Comps Insider: The Social Construction of Time

Camille Jonlin ’19 (Seattle) is a sociology/anthropology major and Russian minor.

Oct. 29, 2018

Camille

 

Camille Jonlin ’19 works at the Carleton rock climbing wall, is the founder and president of Carleton Gymnastics Club, and serves as a program director for the Food Recovery Network—a program that aims to reduce food waste from Carleton dining halls and eliminate food insecurity in the Northfield community. Camille also enjoys dancing with Carleton's Experimental Dance Board, studying languages, and playing piano and singing.

We recently spoke to Jonlin about her Comps project, which focuses on how time is constructed.

What is the title of your Comps?

Time in Loops and Lines: The Social Construction of Time

What is your Comps topic?

For my Comps project I am investigating the social construction of time. What is time and how do people perceive and experience it over the course of a lifetime? I am interested in the pace, speed and rhythm of time as people progress from childhood to adulthood to old age, as well as when time appears to move in cycles versus moving in a linear, forward-focused timeline. I also want to find out how people think of time outside of their own lifetimes, including their thoughts on time in the current historical moment (such as the quickening and segmenting of time due to industrialization). Time has been studied in various capacities by many social theorists, but what sets my project apart is the focus on experience of time (rather than what people do in their time) and how this experience changes as a person grows older.

Why did you choose your Comps topic?

I have been curious about time since middle school when I realized I have a unique personal visualization of time – in my mind, I see a linear timeline stretching from right to left in which the current day, where I am located, always sits at the center of the timeline. I also chose to study time because I have always liked to ask big questions of how everything fits together, and understanding time is the ultimate intellectual endeavor because time affects and is affected by every person, geographical location and social phenomenon.

What was the most interesting article or piece of information that you found while researching your Comps?

When I asked interviewees what advice they would give to a younger person about time, the most common response was, “Don’t worry too much about it. Live in the moment. I spent too much time thinking about what I had to do for my future and didn’t appreciate the here-now.”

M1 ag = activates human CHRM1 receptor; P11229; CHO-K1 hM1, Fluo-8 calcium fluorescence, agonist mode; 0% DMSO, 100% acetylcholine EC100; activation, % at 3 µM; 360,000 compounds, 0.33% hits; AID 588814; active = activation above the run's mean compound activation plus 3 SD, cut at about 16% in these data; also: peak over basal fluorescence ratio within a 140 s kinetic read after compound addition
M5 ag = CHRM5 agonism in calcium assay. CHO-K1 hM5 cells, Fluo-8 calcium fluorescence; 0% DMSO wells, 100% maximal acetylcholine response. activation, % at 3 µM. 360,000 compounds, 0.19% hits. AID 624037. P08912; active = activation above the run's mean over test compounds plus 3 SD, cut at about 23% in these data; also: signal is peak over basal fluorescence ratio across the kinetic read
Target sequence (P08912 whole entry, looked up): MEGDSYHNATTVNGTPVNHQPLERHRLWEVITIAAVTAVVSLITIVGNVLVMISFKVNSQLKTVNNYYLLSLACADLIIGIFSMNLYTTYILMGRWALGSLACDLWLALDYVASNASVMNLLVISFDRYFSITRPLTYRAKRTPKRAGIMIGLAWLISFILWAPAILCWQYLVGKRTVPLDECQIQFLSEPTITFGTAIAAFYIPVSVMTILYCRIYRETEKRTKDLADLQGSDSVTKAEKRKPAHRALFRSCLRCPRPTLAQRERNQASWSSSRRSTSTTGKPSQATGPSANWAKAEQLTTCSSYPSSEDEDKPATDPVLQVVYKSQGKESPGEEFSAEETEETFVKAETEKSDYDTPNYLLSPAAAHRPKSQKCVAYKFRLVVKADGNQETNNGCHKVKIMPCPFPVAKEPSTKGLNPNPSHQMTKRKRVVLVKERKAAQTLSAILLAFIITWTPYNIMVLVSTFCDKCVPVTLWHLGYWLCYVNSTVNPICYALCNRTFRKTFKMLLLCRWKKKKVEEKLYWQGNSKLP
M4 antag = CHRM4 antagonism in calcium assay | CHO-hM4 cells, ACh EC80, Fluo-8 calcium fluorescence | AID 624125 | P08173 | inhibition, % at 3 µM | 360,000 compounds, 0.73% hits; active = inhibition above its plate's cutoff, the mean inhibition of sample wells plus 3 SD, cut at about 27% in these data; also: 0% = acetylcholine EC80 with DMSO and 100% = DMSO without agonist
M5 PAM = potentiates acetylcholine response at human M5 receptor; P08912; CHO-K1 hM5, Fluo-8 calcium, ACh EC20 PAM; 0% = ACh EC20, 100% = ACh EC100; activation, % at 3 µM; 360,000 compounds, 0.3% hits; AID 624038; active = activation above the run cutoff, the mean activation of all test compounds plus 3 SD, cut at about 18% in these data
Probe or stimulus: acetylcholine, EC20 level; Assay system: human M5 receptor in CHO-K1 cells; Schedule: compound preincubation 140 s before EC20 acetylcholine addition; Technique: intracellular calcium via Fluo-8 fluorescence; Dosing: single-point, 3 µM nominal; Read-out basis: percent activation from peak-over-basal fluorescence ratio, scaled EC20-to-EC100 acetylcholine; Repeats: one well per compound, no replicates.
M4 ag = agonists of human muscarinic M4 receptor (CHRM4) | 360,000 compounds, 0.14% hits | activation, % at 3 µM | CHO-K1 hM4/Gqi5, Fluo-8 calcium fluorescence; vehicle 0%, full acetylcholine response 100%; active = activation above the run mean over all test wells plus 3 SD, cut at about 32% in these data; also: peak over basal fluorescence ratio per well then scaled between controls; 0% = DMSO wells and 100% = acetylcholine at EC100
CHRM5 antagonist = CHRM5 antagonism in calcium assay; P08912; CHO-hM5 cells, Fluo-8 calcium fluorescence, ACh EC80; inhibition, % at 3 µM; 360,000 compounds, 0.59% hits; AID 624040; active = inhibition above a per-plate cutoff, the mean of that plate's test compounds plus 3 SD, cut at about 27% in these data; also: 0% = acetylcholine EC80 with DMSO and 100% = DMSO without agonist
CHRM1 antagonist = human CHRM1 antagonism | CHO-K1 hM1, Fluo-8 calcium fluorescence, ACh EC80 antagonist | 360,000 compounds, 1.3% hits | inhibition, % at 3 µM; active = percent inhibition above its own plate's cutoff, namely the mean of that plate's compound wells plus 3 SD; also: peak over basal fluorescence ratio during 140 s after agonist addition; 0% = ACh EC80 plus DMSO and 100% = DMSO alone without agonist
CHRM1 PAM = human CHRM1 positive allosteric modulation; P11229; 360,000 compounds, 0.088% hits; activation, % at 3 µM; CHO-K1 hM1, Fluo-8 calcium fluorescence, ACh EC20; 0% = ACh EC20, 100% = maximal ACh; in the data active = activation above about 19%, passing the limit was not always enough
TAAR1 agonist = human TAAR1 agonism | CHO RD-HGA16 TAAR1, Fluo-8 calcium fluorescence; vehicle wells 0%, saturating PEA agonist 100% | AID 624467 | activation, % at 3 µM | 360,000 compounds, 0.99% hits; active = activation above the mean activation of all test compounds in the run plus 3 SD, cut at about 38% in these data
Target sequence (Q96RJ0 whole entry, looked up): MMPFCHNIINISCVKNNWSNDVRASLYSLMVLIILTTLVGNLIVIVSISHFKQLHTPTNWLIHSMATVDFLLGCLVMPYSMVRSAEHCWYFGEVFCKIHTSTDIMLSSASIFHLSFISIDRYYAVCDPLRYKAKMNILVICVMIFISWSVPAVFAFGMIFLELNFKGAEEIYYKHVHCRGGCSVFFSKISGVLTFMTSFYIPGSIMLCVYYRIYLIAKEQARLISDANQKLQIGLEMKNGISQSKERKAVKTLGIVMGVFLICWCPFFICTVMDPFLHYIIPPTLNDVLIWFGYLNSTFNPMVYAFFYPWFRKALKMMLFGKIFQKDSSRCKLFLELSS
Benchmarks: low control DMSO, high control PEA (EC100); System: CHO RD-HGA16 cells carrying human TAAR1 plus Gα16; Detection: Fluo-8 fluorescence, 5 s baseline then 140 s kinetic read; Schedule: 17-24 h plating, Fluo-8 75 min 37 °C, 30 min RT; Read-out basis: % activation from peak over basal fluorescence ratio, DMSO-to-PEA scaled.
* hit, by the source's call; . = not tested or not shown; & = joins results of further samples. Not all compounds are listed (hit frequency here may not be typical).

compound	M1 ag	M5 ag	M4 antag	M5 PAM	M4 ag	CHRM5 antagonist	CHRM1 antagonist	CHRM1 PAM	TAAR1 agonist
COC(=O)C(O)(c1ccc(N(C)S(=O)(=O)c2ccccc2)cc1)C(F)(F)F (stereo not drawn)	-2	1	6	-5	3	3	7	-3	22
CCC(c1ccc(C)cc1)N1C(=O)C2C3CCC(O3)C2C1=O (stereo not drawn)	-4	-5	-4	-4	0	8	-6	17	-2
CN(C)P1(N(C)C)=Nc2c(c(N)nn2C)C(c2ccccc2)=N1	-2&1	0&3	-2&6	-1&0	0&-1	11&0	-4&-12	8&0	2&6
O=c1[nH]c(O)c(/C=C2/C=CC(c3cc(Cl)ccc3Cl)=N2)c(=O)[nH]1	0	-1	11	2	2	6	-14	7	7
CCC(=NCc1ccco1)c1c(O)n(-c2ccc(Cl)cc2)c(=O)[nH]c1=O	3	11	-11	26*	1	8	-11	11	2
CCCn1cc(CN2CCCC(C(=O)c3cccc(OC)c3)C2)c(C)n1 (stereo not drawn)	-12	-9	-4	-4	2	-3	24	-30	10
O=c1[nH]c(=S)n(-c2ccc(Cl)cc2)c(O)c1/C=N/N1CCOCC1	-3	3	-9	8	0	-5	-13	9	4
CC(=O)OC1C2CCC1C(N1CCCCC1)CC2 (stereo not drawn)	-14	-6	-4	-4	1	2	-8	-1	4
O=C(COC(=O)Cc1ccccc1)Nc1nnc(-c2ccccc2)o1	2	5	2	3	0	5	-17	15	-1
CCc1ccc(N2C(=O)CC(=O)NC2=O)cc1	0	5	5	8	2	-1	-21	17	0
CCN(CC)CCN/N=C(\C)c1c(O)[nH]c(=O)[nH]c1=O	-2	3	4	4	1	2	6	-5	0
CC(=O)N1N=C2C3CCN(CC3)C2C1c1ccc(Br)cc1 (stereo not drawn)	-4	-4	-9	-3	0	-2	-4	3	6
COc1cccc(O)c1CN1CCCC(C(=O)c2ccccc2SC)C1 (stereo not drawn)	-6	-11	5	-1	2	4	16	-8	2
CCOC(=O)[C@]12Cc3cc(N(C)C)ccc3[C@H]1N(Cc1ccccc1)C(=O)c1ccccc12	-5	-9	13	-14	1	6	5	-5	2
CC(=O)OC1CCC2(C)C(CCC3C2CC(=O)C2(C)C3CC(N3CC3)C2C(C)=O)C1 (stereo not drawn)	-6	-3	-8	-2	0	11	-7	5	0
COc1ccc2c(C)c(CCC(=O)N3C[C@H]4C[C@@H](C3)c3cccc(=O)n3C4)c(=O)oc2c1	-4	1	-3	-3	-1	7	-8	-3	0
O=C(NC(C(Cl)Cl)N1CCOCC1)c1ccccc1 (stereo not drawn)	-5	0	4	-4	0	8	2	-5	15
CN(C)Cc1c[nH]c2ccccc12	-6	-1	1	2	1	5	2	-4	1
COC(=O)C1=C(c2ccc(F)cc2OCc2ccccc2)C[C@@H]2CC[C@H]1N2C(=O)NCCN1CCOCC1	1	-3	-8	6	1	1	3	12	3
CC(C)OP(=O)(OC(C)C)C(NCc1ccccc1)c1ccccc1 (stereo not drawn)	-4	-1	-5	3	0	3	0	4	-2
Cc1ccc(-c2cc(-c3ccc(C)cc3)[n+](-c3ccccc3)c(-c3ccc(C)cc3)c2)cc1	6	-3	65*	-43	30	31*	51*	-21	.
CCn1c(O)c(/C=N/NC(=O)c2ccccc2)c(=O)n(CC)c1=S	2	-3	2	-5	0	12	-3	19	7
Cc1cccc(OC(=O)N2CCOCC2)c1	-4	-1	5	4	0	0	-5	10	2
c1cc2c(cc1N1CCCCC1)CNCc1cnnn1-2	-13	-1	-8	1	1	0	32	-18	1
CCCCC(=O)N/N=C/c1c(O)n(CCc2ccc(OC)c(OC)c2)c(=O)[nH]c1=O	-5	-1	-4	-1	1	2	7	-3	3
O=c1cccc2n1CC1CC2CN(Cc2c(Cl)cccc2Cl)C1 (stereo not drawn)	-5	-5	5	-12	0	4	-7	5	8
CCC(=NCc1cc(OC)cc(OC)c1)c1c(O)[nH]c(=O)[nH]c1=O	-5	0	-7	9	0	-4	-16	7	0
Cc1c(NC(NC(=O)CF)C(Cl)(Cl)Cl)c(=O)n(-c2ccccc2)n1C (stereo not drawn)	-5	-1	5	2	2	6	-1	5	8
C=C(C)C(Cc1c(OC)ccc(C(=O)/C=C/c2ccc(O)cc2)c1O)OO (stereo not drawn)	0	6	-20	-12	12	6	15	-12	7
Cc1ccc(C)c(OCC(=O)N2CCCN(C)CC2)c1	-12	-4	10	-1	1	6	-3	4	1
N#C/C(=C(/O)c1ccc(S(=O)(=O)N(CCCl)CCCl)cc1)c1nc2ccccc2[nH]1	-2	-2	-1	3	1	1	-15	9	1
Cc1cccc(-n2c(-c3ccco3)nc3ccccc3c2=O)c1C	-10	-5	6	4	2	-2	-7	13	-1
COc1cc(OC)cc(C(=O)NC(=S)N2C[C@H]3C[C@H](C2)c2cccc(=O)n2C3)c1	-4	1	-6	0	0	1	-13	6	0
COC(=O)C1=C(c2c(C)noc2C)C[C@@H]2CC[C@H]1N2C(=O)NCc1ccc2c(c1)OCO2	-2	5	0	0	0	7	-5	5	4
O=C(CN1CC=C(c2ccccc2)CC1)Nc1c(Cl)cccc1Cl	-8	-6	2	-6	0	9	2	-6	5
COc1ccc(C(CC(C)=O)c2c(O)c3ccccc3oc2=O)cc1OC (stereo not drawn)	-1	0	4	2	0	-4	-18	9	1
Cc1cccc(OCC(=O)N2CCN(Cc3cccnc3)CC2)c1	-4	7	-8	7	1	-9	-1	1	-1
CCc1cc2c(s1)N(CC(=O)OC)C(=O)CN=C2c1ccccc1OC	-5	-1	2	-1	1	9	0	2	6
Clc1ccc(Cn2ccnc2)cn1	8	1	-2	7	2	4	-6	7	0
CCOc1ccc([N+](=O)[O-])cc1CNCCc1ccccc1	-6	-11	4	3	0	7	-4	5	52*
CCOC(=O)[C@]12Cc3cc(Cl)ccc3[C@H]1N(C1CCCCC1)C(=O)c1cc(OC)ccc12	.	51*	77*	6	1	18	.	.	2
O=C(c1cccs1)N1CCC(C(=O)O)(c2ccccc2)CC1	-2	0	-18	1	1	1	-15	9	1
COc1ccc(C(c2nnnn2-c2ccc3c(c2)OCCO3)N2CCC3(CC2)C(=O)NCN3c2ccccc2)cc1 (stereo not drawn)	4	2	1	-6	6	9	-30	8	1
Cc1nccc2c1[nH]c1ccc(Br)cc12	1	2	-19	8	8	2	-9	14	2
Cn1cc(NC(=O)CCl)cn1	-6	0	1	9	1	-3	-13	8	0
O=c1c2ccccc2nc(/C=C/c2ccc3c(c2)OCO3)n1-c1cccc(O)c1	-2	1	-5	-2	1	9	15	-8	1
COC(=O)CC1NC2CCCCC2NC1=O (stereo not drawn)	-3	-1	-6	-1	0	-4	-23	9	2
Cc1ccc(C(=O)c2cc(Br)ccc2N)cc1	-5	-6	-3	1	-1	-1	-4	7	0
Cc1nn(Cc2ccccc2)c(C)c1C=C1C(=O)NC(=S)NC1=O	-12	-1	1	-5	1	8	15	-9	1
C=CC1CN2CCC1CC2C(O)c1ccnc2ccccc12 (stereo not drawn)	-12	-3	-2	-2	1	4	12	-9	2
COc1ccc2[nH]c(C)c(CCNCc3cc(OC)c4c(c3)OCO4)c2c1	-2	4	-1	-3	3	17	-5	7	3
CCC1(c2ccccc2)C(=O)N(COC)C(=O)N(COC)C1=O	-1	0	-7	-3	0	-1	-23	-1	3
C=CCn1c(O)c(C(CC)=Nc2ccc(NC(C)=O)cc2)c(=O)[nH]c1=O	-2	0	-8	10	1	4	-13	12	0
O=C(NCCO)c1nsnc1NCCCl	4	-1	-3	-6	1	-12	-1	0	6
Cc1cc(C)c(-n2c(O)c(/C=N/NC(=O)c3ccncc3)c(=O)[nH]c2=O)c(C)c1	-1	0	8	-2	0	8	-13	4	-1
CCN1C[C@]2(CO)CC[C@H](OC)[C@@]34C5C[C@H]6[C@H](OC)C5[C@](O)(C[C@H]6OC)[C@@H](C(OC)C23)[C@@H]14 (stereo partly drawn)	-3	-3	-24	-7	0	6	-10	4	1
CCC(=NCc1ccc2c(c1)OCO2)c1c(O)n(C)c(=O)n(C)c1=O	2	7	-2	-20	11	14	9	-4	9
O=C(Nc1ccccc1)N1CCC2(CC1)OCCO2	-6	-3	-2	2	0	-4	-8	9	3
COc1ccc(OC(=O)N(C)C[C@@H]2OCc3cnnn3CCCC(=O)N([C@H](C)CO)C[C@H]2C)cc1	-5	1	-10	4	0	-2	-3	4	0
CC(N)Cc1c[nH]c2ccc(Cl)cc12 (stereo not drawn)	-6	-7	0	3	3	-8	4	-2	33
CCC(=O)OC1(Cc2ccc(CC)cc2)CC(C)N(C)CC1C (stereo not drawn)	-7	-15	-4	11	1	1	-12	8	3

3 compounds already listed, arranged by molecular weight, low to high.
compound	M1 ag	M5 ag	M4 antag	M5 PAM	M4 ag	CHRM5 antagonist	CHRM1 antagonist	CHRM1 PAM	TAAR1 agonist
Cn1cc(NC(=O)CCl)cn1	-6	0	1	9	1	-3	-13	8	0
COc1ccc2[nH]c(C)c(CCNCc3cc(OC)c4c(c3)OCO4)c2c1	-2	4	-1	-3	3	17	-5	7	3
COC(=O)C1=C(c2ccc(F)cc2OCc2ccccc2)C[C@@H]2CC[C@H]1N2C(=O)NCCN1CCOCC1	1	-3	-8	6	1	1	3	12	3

What is your Comps process like?

Over the summer, I conducted 15 in-depth interviews with people over the age of 65 in Boulder, Colorado. I then transcribed every interview and reviewed pertinent sociological and anthropological literature, and I am now in the process of analyzing results by searching through the transcriptions for patterns and themes. I will continue analyzing themes, researching time in social theory and writing up my findings until I turn in my Comps in March 2019.

Why do you think it is valuable for you to write a Comps? 

My Comps project has been the most thought-provoking, motivating and personal-growth-inducing project I’ve ever had the opportunity to conduct. Comps provides an amazing opportunity for intellectual pursuit by allowing me the freedom to deeply follow an academic passion and complete all stages of a large research project on my own time and in my own way, with help from my wonderful SOAN professors. My Comps is perfect for me for four reasons. First, my Comps caused me to become less worried and stressed about my future and more appreciative of the friends and opportunities I have right now. Second, it gave me the chance to become friends with over a dozen older people, bridging the frustrating generational divide and learning from people who have much more life experience than I. Third, I discovered the deep extent of my love of learning and am now convinced that I’d like to go to graduate school some time down the road. Finally, I learned about who I am as a person and my goals for a future self.

Will you expand on your Comps in any way?

The question of what time is and how it is experienced over the course of a lifetime is a question I will carry with me for many years. Comps is a small project, especially for a question as broad as mine, so I hope to continue studying time as it is socially experienced wherever I end up after Carleton. I’d like to study people’s relationship to time in other cultures, nationalities and geographic settings, through the lens of different languages. If I don’t find the opportunity to do so academically, I will certainly study time for the sake of my own passion and yearning for knowledge.

Camille